VENICE— David Rolfe Graeber, an American anthropologist, anarchist activist and author has died aged 59.
On Thursday, September 3, Graeber’s wife, Nika Dubrovsky, announced on Twitter that he had died in a hospital in Venice the previous day. The cause of his death is not yet known.
Graeber was born in New York in 1961 to two politically active parents. His father, Kenneth, participated in the Spanish Revolution in Barcelona and fought in the Spanish Civil War. His mother, Ruth Rubinstein, was a member of the International Ladies’ Garment Workers’ Union.
After studying anthropology at the State University of New York and the University of Chicago, he won a Fulbright fellowship to conduct twenty months of ethnographic field research in Madagascar, beginning in 1989.
In 1998, Graeber became an assistant professor at Yale University, then became an associate professor. In May 2005, the Yale Anthropology department decided not to renew Graeber’s contract. His supporters claimed the decision was politically motivated, over 4,500 people signed petitions supporting him. Moreover, anthropologists Marshall Sahlins, Laura Nader, Michael Taussig and Maurice Bloch called for Yale to rescind its decision.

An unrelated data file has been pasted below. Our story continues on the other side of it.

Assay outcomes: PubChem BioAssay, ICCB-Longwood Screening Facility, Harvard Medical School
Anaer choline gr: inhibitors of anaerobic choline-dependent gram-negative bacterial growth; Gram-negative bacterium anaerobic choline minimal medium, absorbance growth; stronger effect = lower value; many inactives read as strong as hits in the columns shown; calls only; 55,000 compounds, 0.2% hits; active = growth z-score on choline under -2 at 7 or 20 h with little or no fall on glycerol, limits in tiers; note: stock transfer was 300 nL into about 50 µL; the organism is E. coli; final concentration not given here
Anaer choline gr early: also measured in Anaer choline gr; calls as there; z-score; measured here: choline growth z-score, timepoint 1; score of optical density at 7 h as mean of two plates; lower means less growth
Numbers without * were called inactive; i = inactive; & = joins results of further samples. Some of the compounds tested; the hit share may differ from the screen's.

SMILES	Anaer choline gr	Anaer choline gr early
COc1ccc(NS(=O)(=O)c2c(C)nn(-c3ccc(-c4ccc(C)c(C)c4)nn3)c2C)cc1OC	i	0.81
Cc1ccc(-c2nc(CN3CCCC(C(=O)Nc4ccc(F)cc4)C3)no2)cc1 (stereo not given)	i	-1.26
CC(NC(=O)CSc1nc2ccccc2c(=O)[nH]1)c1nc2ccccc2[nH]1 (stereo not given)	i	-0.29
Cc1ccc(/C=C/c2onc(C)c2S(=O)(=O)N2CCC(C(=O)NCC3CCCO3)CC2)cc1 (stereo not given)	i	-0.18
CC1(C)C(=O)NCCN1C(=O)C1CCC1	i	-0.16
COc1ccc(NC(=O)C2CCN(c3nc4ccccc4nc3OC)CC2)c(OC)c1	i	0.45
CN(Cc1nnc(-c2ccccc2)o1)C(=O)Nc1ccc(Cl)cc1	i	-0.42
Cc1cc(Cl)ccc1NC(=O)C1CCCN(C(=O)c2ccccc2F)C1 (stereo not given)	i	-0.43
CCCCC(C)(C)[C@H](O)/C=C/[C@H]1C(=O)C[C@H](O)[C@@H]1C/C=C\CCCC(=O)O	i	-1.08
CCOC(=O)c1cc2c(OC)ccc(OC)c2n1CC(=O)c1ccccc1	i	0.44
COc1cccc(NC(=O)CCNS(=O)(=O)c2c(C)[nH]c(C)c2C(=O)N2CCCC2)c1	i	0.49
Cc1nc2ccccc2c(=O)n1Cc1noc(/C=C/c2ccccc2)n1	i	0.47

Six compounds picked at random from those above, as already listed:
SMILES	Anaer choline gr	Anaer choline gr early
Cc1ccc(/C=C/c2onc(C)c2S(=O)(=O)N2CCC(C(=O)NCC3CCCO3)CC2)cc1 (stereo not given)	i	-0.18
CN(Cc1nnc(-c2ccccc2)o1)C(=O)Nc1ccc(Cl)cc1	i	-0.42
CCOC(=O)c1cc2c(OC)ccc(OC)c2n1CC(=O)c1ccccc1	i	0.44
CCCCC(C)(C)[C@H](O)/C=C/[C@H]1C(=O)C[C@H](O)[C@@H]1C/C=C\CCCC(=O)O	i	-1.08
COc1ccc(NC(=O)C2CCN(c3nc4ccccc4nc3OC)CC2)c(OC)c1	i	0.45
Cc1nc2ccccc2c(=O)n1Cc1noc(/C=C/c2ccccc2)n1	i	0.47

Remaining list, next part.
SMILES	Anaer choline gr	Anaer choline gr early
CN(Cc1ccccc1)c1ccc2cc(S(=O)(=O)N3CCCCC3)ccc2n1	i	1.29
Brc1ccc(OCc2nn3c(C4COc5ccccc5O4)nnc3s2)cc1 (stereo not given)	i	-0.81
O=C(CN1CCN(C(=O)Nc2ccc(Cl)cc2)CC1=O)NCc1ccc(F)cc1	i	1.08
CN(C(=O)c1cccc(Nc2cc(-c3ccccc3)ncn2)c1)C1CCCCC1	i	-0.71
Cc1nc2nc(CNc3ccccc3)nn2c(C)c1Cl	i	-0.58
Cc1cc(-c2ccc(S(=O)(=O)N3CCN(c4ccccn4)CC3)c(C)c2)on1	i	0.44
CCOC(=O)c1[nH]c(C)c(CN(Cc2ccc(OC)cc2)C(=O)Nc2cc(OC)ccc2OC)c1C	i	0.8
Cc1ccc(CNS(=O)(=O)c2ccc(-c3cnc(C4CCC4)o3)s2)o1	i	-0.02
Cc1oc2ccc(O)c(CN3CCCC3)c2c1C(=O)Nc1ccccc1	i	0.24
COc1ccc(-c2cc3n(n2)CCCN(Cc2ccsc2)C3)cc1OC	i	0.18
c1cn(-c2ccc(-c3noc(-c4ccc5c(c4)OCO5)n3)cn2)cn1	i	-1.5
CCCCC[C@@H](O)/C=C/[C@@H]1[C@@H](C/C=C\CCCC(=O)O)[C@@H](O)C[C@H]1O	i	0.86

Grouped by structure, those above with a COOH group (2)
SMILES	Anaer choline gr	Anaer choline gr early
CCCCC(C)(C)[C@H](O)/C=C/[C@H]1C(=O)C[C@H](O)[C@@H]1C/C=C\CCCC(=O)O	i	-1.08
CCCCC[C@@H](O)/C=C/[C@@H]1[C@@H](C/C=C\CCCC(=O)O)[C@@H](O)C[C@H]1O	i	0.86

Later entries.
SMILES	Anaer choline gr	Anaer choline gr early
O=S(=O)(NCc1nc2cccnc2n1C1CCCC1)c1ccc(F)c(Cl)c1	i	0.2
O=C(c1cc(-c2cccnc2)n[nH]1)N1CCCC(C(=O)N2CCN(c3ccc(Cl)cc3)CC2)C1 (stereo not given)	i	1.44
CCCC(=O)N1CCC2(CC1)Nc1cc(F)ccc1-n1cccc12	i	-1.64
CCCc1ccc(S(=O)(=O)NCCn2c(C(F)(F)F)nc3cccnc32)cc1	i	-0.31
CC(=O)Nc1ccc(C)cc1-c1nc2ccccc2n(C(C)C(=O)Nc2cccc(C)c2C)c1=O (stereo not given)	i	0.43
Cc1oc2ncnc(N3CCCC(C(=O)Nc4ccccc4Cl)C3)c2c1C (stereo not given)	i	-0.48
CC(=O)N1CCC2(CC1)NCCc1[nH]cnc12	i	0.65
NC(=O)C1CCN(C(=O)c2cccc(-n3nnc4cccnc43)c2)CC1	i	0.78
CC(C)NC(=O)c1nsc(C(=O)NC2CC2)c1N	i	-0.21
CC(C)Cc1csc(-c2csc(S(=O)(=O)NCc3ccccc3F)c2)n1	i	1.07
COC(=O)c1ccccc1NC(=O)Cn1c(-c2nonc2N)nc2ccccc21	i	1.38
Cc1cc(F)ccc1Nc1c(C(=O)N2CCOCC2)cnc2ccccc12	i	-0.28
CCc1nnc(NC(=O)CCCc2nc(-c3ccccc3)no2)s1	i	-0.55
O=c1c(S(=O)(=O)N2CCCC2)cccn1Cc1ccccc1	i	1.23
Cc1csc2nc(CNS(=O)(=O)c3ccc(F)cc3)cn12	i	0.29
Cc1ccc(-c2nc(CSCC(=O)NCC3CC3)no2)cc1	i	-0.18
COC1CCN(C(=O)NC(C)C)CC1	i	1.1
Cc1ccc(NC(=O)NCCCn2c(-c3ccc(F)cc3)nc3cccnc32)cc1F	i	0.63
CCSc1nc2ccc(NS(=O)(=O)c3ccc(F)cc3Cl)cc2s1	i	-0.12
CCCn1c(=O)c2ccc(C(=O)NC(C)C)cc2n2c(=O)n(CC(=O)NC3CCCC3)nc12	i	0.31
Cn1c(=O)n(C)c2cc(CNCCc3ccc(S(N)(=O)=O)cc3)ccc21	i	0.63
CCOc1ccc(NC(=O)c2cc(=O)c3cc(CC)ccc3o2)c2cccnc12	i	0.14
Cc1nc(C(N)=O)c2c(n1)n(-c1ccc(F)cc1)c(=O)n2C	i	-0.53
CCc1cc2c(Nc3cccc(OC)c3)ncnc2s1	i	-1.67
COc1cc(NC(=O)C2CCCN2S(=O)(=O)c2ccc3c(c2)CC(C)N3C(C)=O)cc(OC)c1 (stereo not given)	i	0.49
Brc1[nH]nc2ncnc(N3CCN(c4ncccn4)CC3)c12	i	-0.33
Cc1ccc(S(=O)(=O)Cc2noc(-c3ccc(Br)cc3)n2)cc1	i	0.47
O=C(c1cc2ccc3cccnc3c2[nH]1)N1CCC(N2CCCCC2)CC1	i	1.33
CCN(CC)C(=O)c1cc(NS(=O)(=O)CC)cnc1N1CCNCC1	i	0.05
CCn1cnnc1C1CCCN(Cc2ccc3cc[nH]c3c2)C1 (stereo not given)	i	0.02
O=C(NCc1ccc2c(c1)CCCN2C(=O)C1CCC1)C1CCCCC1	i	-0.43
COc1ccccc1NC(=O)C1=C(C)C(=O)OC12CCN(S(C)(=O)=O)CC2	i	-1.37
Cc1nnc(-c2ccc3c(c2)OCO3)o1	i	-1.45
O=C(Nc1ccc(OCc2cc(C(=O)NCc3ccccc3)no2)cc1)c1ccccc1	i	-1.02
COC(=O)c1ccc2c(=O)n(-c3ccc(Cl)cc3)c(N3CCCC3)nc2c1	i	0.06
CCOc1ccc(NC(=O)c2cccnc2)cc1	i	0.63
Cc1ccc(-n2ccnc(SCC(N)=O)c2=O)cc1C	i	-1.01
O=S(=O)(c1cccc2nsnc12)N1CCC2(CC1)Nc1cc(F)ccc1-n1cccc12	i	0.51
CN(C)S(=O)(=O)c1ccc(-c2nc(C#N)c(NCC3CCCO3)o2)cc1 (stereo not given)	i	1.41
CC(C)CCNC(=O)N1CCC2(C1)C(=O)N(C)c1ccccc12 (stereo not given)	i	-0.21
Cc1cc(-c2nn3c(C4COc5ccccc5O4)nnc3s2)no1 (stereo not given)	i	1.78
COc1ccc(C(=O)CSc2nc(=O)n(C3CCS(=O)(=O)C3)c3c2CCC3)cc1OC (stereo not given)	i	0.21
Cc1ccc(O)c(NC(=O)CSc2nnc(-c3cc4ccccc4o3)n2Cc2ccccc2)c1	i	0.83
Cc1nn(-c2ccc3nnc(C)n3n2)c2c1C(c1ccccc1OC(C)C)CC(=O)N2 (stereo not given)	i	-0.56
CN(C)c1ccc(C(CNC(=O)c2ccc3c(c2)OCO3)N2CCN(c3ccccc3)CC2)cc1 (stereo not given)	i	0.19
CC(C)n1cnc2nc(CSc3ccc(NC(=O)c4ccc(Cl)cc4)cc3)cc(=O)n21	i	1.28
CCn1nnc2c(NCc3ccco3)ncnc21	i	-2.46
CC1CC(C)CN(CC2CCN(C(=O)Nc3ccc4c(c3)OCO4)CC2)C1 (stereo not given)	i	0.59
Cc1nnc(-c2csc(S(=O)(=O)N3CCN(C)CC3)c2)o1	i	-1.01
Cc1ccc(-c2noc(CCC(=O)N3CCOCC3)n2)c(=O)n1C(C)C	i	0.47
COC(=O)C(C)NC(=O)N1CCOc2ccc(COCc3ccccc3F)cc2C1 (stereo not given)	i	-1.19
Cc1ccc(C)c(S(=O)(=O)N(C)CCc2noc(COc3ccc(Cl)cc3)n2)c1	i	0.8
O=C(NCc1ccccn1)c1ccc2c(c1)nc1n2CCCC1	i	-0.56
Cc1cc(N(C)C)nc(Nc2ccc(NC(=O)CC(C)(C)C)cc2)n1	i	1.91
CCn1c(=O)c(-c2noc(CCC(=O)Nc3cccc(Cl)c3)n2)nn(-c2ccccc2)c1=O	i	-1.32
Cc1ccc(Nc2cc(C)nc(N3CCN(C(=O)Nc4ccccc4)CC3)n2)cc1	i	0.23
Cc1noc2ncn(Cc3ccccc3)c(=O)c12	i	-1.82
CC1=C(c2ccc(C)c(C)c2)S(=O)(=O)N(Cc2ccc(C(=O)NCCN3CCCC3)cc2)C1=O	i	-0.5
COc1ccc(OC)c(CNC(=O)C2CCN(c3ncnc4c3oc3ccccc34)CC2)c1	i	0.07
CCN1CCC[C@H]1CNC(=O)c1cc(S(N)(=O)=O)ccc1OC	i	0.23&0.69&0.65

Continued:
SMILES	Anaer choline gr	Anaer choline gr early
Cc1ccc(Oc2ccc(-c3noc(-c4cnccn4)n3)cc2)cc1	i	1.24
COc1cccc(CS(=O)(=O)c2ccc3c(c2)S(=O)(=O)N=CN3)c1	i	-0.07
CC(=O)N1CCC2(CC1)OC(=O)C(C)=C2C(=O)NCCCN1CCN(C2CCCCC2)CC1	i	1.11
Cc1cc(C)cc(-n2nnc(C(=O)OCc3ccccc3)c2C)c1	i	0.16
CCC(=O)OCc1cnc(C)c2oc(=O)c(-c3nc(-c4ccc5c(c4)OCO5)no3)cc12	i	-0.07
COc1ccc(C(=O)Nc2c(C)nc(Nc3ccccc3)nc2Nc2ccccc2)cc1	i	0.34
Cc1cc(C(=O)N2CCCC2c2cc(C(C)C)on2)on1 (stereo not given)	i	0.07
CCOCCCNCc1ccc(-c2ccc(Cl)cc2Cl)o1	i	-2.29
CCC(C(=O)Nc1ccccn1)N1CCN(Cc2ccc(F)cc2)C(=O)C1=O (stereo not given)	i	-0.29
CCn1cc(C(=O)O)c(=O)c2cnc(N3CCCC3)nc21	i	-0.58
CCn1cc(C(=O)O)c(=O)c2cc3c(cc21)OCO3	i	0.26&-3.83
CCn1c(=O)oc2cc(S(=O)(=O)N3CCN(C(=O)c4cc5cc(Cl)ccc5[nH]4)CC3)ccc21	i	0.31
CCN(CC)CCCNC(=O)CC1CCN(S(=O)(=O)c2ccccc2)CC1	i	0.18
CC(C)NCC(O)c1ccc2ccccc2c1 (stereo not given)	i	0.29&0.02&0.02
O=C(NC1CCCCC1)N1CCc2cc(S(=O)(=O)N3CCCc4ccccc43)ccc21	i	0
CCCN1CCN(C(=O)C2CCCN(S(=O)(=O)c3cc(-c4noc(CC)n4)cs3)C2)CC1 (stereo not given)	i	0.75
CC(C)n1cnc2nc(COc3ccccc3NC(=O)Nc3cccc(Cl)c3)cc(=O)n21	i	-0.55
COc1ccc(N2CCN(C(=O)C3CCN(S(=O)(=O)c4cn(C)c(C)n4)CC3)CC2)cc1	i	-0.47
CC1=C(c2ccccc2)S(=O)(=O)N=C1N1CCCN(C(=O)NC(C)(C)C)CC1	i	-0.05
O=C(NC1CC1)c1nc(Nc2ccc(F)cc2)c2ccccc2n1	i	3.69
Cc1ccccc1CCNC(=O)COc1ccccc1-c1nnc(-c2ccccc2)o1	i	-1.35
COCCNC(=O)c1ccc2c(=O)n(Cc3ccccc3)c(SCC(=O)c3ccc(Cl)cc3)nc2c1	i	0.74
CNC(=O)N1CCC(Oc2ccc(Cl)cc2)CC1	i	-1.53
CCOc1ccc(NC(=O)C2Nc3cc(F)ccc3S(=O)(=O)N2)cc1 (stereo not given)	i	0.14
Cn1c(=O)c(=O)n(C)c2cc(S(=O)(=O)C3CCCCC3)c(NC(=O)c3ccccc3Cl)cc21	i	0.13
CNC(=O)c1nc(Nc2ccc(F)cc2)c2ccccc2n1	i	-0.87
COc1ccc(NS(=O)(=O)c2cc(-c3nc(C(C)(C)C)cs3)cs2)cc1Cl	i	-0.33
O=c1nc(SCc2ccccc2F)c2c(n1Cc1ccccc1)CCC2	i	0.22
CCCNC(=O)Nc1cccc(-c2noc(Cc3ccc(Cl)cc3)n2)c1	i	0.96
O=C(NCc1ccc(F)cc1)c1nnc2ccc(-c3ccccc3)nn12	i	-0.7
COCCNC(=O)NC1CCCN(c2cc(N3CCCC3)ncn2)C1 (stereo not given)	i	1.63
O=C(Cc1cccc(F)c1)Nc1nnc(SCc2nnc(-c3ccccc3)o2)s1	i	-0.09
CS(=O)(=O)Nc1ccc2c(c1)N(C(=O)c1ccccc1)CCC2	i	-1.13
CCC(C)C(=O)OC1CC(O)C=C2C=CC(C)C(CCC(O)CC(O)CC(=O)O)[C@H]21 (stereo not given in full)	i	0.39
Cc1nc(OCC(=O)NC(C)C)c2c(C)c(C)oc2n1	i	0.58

“I guess I had two strikes against me. One, I seemed to be enjoying my work too much. Plus I’m from the wrong class: I come from a working-class background,” Graeber told The Guardian in 2015.
From 2008 until 2013, Graeber was a lecturer and a reader at Goldsmith’s College of the University of London. He then accepted a professorship at the London School of Economics and Political Science.
He has written various books, a few of which are Fragments of an Anarchist Anthropology (2004), Debt: The First 5000 Years (2011), The Democracy Project (2013), The Rules of Utopia (2015) and Bullshit Jobs (2018).
In addition to his academic work, Graeber was involved in political activism, which included a membership in the labor union Industrial Workers of the World, a role in protests against the World Economic Forum in 2002, support for the 2010 UK student protests, and an early role in the Occupy Wall Street movement.
Rolling Stone credited Graeber with giving the Occupy Wall Street movement its theme: “We are the 99 percent.” However, Graeber wrote in The Democracy Project that the slogan “was a collective creation.”
Graeber was also a supporter of the Kurdish freedom movement in Rojava, an autonomous region in Syria which he visited.